There comes a time in everyone’s life when one needs a Manhattan. And during the past few weeks, that time had come for me. Actually, it came for me several times. I’ve recently been turned on to rye whiskey, and although folks online spoke up about various brands they like when I mentioned my sudden craving, I learned that it’s not something that one comes across every day in Paris.
I went to three wine and liquor stores in my neighborhood and none of them had any on their liquor shelves, and none of the salespeople had ever heard of it. One offered me Scotch, which was kind of funny and someone on Twitter suggested that I explain to them that that’s like offering something sparkling wine because, really, it’s the same thing as Champagne*.
I happened to find myself near the Place de l’Odeon (actually, I wasn’t really all that near, but I made a detour) and went into La Maison du Whisky, where I knew that I would find a knowledgable ear. I love learning about new things and Paris is great because there are so many specialty stores manned (and women’d) by people who work there that are really dedicated to what they offer. And unlike other places where they often want to upsell something to you that you don’t really need, that doesn’t happen in Paris too often and I offer myself up as a blank slate, so I can learn from the masters of their craft.
As someone who started his restaurant career washing dishes and taking out the trash, and was a martial artist many years as well, I firmly believe in starting at the bottom and learning from “those who came before you”…how the word “sensei” in Japanese is often translated to.
So I told that masterful fellow at the shop that I wanted to make Manhattans, and needed rye and vermouth, but worried about the cocktail people getting on my case for making the wrong choices. Which made him look at me funny – making me realize that he doesn’t have a blog. I said, “I’m not really a cocktail snob because I don’t know all that much about this stuff”, to which he replied, “Well, I am a cocktail snob, and let me tell you, you’re alright.”
Brimming with confidence, I left feeling completely at ease with my two new bottles because after all, enjoying a cocktail is the most important part, not overanalyzing the nomenclature. Although one liquor company is certainly determined to teach the French what nomenclature is, and isn’t – in English**…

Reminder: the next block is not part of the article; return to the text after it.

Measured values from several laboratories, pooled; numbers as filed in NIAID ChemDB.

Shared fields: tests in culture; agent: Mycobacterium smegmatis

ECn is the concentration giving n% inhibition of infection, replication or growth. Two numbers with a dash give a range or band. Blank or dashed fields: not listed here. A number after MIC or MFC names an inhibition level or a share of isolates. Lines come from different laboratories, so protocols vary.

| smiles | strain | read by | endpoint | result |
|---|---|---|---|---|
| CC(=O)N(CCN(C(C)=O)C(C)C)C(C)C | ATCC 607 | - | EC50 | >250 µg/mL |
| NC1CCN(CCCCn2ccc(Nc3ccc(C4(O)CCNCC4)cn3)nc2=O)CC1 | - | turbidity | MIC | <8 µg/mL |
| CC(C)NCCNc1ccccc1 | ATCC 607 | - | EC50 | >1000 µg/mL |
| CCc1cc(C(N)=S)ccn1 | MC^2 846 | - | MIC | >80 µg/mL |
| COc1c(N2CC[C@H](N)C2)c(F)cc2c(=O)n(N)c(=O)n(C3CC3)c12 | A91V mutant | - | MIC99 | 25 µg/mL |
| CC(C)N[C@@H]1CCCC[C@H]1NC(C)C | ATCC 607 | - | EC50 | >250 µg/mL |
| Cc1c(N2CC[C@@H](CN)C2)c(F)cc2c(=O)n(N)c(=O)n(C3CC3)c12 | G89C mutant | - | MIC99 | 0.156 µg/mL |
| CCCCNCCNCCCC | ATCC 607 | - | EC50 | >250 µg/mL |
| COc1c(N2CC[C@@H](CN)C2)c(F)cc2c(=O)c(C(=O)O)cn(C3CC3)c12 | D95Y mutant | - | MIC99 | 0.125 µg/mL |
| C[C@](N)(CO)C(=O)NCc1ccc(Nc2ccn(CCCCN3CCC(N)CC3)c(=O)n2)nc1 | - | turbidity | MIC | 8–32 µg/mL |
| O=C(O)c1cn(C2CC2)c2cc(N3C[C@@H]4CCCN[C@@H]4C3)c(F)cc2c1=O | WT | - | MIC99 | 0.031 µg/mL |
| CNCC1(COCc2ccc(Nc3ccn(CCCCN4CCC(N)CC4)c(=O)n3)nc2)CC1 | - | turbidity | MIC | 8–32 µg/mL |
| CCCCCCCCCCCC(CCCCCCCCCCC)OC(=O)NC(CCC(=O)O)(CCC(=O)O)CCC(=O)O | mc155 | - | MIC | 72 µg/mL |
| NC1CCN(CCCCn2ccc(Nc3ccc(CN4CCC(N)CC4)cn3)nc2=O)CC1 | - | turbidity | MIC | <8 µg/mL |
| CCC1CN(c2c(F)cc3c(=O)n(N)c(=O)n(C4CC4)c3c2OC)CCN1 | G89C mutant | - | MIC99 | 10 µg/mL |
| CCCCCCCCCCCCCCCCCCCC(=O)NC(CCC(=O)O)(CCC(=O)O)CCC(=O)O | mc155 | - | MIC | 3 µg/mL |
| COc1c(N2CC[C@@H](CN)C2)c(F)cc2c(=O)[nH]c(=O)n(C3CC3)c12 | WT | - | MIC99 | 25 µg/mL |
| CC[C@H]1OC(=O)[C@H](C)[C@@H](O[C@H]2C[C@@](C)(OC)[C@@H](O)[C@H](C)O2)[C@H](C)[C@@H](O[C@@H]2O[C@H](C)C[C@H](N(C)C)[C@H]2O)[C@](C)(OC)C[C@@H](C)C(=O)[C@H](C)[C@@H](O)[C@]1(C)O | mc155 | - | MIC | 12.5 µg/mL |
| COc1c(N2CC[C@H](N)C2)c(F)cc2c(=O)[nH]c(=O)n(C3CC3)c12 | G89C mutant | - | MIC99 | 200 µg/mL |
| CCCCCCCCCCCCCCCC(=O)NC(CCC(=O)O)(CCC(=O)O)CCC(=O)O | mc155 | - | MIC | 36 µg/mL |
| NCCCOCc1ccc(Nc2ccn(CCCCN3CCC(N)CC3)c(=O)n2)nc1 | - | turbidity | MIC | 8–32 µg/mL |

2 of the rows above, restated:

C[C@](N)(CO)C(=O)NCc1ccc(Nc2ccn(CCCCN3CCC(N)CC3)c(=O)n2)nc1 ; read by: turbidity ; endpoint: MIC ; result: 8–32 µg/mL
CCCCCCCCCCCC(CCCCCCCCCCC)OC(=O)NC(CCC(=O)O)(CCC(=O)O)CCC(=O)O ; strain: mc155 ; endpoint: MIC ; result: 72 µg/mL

But let me tell you, there’s nothing that will make you more at ease than a couple of Manhattans.
(I know there are lots of stickers for details, but I’ve gotten used to head-scratching cultural mash-ups, such as ads in the métro promoting French bleu cheese, using a woman in a Chinese dress, promoting a recipe for “sushi” made with raw salmon and cheese.)
So I went home and after washing out my eyeballs, I found myself in my kitchen, armed with a bottle of Dolin vermouth, which proudly declares that it’s Made in France on the bottle (in English!). And of the three or four bottles of rye that they had in stock, I went with Pikesville. (For those who write me asking what you can bring or send me, I’m switching from gold bullion which, unfortunately, no one’s taken me up on – to Hudson Manhattan rye, which is out of my budget.) I love the mix of slightly smoky flavors with fruit notes in rye and I think I need to figure out how to bring a barrel of it back from the states on my next visit. Or let visitors do it.
So back home, I had some griottes confits (candied sour cherries, a recipe from Ready for Dessert) that I had put up last summer and used them instead of maraschino cherries, which I would need some of that gold bullion to afford here. And even though I used to eat a whole jarful of them as a kid, now I find them rather, um, sweet, and don’t mind one once in a while. But I’d rather squander my euros on rye and vermouth.
Honestly, I don’t know if there is anything a Manhattan can’t do. It took me to the sixth arrondissement for rye and vermouth, and on the métro there, I got a lesson in American whiskey as well as a chance to learn about the multicultural possibilities for le fromage bleu. However I’m going to try to stick with tradition on this cocktail, and take a pass on any nontraditional sushi.
Some folks use a twist of citrus in their Manhattans and, yes, if you look around, there are a good number of people who “go rogue” with the cocktail and I recently read an article about some hardly soul that used 4 parts rye to 1 part vermouth, and even used non-rye in his. (I prefer rye.) But I am interesting in trying these with half sweet vermouth, and half dry – I guess another trip to the liquor store is in order. Cheers!
- 4 ounces rye whiskey
- 2 ounces sweet vermouth
- 2 dashes of bitter
- 2 candied cherries or maraschino cherries, skewered on toothpicks
Fill a cocktail shaker about three-quarters full of ice and add the rye and vermouth. Cover the shaker and give them a good shake, for about 15 seconds, until the ingredients are well-blended and cold.
Or, if you prefer to stir your Manhattans, mix the ingredients in a small pitcher or large measuring cup with ice, and stir for about a minute, to chill the mixture.
Put the cherries into two chilled cocktail glasses and divide the Manhattan mixture between them.
Related Posts and Recipes
Whiskey versus Whisky (New York Times)
The Manhattan (Michael Ruhlman)
Guide to Rye Whiskey (Serious Eats)
Classic Manhattan Cocktail (Leite’s Culinaria)
Maker’s Mark Manhattans (Food+Wine)
How to Make the Perfect Manhattan (Esquire)
*Yes, I/we know it’s not.
**The fine print translates it into French, like any ads in a language other than French are required to be.